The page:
Although these strange features on Mars look a bit like hieroglyphics or geoglyphs such as the mysterious Nazca lines on Earth, they are completely natural features, ones that are found on Earth too.
This is one of the latest images from the HiRISE camera on the Mars Reconnaissance Orbiter.
Called ‘rootless cones,’ they form on lava flows that interact with subsurface water or ice. Their formation comes from an explosive interaction of lava with ground ice or water contained within the regolith beneath the flow. Vaporization of the water or ice when the hot lava comes in contact causes an explosive expansion of the water vapor, causing the lava to shoot upward, creating a rootless cone.
Dr. Alfred McEwen, HiRISE Principal Investigator, described the ancient lava flow as ‘inflated.’ “Lava inflation is a process where liquid is injected beneath the solid (thickening) crust and raises the whole surface, often raising it higher than the topography that controlled the initial lava emplacement,” he wrote on the HiRISE website.
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The scene above is located in Amazonis Planitia on Mars, a vast region covered by flood lava. McEwen said if this image were in color, we’e see the surface is coated by a thin layer of reddish dust, which avalanches down steep slopes to make dark streaks.
Similar features are found in Iceland, where flowing lava encountered water-saturated substrates.
Just how big are these strange features on Mars and how old are they? “The cones are on the order of a hundred meters across and ten meters high,” Colin Dundas from the US Geological Survey told Universe Today. “The age of these specific cones isn’t known. They are on a mid- to late-Amazonian geologic unit, which means that they are young by Martian standards but could be as much as a few hundred million to over a billion years old.”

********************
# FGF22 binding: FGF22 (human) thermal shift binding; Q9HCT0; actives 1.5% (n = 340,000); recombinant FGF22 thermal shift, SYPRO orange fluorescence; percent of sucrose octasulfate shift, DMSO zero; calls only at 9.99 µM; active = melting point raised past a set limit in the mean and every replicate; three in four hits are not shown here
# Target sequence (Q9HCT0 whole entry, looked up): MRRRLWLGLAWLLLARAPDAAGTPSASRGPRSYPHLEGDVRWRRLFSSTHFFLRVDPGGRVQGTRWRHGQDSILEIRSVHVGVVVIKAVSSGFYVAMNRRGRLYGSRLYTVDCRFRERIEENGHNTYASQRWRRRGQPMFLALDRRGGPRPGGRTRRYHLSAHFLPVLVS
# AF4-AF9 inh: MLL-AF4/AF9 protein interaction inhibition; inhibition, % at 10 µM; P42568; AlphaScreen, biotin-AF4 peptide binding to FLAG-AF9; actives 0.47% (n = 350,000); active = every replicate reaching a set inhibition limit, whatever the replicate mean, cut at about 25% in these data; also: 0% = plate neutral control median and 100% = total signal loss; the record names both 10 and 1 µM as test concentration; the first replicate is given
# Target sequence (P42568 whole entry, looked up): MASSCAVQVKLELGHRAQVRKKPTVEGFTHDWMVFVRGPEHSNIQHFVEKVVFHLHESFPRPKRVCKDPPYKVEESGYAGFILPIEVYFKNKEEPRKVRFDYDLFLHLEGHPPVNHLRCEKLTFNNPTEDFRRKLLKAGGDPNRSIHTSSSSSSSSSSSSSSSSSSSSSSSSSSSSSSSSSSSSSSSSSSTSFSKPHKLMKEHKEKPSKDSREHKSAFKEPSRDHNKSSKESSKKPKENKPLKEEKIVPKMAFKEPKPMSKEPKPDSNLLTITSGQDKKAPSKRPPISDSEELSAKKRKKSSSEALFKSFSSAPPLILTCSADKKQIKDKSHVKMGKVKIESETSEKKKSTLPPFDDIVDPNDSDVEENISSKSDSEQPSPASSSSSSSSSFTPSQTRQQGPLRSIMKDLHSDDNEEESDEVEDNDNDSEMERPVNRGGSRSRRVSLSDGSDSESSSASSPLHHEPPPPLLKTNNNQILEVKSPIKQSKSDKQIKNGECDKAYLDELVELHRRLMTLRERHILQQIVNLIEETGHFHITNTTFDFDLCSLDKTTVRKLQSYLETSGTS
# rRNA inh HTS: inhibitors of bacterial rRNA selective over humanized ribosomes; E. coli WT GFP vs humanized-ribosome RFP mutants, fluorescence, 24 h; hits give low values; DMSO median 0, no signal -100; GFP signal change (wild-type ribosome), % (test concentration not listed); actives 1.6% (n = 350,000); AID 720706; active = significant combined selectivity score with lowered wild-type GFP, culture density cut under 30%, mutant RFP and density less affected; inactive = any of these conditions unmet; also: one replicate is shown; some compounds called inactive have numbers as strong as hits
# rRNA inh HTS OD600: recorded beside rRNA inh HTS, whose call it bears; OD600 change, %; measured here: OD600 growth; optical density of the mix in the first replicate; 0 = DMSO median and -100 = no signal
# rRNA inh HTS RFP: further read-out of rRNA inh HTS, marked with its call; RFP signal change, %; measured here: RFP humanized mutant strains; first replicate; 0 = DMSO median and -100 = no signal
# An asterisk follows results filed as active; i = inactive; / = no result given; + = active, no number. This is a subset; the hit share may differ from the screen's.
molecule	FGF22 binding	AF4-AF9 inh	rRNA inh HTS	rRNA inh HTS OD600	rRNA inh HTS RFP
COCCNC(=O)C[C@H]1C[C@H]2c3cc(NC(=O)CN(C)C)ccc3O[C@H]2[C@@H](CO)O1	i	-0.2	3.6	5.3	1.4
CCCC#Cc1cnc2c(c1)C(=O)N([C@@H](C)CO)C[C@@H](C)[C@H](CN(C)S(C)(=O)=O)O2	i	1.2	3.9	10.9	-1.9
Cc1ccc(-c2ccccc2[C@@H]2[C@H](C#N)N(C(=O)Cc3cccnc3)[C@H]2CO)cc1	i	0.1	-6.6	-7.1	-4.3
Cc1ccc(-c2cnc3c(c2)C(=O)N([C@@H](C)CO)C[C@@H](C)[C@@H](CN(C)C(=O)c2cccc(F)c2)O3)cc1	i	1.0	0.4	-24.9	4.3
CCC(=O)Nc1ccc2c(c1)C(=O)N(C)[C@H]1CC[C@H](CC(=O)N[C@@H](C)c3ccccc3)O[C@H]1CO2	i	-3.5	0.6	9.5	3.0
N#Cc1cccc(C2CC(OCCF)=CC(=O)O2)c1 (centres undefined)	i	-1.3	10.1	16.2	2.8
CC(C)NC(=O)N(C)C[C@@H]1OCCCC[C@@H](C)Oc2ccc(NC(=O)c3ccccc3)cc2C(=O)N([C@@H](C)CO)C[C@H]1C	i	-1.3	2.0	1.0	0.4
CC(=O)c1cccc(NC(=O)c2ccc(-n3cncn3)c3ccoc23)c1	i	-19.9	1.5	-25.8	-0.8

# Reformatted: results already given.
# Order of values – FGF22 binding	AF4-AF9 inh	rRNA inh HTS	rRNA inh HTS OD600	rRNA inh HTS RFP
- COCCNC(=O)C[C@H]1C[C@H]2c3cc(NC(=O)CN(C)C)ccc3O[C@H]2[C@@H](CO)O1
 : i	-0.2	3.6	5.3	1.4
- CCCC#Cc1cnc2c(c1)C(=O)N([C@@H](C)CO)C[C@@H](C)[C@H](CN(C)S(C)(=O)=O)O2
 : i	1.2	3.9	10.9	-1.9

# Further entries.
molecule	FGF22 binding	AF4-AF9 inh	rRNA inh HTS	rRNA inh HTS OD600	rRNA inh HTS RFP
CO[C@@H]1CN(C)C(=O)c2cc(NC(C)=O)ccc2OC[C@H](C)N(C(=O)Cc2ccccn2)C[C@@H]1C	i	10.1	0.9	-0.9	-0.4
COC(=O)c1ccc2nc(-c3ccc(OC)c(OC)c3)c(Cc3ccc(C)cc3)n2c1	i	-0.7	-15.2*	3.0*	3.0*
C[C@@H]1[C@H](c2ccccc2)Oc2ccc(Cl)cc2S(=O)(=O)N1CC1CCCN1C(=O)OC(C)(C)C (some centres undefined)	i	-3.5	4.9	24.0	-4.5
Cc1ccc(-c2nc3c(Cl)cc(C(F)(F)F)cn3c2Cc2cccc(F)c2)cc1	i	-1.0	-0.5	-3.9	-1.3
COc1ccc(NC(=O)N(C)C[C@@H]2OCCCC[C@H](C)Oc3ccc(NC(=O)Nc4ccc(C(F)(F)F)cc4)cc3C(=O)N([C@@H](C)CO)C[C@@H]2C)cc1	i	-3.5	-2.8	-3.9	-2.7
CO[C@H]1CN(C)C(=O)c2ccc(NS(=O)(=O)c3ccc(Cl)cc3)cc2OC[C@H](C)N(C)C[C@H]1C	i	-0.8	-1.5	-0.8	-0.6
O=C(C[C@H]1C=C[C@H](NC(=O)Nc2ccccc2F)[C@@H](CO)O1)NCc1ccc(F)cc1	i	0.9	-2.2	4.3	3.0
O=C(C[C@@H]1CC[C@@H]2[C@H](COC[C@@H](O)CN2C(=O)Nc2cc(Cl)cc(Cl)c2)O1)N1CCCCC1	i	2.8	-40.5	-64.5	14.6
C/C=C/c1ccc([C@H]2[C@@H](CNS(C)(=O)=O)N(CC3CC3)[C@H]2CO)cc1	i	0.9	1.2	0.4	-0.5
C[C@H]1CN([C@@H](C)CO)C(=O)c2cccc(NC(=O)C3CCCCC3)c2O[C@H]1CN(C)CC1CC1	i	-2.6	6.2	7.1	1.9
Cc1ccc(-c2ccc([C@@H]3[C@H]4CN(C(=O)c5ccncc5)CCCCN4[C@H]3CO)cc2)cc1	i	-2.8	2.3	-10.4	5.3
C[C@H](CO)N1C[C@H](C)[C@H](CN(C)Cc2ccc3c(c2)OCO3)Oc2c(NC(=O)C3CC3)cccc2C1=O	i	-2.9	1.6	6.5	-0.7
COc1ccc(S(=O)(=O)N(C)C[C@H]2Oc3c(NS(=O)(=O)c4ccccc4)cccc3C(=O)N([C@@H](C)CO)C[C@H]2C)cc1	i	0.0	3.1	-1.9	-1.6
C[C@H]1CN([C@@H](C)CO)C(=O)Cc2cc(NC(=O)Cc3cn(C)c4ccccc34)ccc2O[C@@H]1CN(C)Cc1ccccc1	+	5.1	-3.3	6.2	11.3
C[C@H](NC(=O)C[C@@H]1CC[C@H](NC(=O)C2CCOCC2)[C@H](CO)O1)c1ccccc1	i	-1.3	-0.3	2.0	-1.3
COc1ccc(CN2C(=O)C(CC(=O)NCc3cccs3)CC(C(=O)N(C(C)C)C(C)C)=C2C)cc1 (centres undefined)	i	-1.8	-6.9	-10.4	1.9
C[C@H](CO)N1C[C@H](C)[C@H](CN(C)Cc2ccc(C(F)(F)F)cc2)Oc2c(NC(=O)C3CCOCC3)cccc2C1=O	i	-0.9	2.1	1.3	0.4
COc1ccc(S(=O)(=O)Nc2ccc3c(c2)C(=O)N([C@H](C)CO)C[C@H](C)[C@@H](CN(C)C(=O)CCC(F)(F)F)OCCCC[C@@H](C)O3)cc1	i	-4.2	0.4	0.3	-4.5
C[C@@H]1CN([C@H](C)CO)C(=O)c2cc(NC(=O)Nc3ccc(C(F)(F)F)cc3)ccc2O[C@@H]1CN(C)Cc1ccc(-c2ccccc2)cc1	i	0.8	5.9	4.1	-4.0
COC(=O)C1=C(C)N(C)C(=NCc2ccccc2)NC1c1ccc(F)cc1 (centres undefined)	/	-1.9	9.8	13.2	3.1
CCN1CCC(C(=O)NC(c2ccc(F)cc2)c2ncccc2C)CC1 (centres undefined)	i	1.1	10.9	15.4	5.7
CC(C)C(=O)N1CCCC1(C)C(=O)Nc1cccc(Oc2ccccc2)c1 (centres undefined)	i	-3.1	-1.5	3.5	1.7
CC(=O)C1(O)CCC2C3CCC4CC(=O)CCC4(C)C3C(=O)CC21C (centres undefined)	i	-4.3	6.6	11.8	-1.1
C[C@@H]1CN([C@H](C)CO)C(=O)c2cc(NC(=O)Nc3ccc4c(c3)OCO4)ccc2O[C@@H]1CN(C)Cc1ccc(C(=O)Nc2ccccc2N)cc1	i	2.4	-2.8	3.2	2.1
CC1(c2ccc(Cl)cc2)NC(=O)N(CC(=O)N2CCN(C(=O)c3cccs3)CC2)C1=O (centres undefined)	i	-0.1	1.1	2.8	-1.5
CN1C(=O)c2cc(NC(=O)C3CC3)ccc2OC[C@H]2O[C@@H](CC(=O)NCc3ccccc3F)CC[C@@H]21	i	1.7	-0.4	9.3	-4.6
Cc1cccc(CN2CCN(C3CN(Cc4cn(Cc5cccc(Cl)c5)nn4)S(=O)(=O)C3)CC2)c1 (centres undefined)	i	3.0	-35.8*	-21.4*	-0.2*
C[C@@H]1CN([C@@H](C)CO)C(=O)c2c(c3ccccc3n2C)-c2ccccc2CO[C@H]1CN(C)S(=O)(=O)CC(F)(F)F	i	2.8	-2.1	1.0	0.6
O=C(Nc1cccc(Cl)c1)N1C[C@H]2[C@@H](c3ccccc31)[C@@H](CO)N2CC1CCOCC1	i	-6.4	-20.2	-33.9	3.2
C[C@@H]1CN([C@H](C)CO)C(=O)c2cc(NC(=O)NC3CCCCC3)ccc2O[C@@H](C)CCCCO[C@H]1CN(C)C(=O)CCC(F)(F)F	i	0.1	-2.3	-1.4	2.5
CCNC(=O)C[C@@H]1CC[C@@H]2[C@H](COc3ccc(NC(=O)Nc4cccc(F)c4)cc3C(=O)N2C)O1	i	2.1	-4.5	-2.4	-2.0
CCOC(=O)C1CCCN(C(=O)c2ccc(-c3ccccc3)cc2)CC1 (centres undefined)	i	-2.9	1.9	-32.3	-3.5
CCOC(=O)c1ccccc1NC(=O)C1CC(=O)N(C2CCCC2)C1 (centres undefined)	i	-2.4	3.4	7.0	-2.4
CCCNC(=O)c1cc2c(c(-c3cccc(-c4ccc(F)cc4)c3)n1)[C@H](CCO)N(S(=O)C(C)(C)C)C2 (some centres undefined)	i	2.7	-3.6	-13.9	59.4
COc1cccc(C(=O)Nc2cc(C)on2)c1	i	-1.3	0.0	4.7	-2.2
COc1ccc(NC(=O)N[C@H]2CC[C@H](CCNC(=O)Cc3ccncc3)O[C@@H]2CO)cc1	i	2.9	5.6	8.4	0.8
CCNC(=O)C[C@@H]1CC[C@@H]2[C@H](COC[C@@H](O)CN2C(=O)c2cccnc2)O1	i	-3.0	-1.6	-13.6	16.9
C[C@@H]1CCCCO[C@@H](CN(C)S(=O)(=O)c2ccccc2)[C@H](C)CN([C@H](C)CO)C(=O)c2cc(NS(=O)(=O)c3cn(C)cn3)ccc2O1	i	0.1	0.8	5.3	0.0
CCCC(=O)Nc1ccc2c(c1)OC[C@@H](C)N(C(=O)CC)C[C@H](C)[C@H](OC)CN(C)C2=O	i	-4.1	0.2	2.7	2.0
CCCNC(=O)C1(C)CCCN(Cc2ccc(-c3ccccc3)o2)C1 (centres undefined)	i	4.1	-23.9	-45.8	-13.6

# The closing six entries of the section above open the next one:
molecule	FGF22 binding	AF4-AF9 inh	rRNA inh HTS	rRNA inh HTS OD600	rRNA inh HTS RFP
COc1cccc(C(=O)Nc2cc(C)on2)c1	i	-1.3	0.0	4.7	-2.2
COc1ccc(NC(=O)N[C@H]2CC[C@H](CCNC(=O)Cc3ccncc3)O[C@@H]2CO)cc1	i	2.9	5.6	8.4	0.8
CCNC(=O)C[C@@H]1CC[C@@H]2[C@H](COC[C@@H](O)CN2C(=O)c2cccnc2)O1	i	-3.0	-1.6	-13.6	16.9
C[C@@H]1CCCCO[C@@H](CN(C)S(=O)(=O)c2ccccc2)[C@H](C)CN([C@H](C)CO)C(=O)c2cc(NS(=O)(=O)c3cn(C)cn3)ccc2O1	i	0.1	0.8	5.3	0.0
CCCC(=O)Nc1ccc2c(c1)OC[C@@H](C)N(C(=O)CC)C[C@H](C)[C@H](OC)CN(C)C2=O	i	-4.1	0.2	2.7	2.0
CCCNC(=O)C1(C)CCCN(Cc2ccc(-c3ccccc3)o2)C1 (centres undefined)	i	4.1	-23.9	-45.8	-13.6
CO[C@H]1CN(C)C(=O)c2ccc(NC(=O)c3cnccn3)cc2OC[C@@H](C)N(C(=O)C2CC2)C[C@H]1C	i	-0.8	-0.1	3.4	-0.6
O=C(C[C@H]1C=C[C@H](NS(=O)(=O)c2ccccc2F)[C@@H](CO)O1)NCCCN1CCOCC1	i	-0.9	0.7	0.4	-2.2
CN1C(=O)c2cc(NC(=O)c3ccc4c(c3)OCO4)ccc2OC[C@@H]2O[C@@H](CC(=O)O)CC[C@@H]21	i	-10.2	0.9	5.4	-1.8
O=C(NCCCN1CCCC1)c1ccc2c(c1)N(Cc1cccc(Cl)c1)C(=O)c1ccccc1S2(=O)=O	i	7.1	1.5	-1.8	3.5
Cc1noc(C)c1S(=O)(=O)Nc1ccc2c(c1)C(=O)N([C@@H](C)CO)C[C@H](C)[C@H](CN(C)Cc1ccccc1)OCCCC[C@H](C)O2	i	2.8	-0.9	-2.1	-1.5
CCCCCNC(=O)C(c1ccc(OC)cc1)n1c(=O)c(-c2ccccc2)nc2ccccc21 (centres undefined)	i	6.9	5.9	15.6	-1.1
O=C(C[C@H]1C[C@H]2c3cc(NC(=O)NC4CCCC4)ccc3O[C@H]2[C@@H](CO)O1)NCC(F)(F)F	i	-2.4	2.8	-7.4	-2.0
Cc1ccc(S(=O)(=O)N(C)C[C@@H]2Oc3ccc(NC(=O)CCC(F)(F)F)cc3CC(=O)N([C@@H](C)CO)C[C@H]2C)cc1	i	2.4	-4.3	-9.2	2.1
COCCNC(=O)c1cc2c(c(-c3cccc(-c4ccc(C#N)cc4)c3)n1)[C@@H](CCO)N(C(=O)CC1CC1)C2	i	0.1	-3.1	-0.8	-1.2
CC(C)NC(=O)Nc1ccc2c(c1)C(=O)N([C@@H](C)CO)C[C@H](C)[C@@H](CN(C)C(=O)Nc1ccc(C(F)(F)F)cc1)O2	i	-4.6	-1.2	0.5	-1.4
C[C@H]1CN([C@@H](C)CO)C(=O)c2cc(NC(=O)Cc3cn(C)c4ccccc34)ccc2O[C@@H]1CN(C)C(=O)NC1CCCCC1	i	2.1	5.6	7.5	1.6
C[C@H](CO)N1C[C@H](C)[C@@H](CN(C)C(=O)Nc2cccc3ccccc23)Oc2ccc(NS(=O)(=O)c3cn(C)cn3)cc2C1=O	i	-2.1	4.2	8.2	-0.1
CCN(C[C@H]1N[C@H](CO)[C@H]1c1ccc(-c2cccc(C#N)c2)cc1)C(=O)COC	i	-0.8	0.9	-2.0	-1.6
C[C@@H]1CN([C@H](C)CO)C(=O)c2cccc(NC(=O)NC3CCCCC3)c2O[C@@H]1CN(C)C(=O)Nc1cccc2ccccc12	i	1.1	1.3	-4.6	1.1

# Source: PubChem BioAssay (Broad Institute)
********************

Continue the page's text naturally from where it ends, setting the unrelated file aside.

If subsurface water or ice was part of their formation, could it still be there, underground?
“The water or ice that led to the formation of these cones was likely within a few meters (or less) of the surface, and so it’s probably not there anymore,” Dundas said. “At this low latitude (22 degrees north), shallow ground ice is currently unstable, and should sublimate on timescales much less than the likely age of the cones.”
Dundas added that since ice stability varies as the obliquity changes, it’s even possible that ice has come and gone repeatedly since the lava erupted.
See more views of this region on Mars on the HiRISE website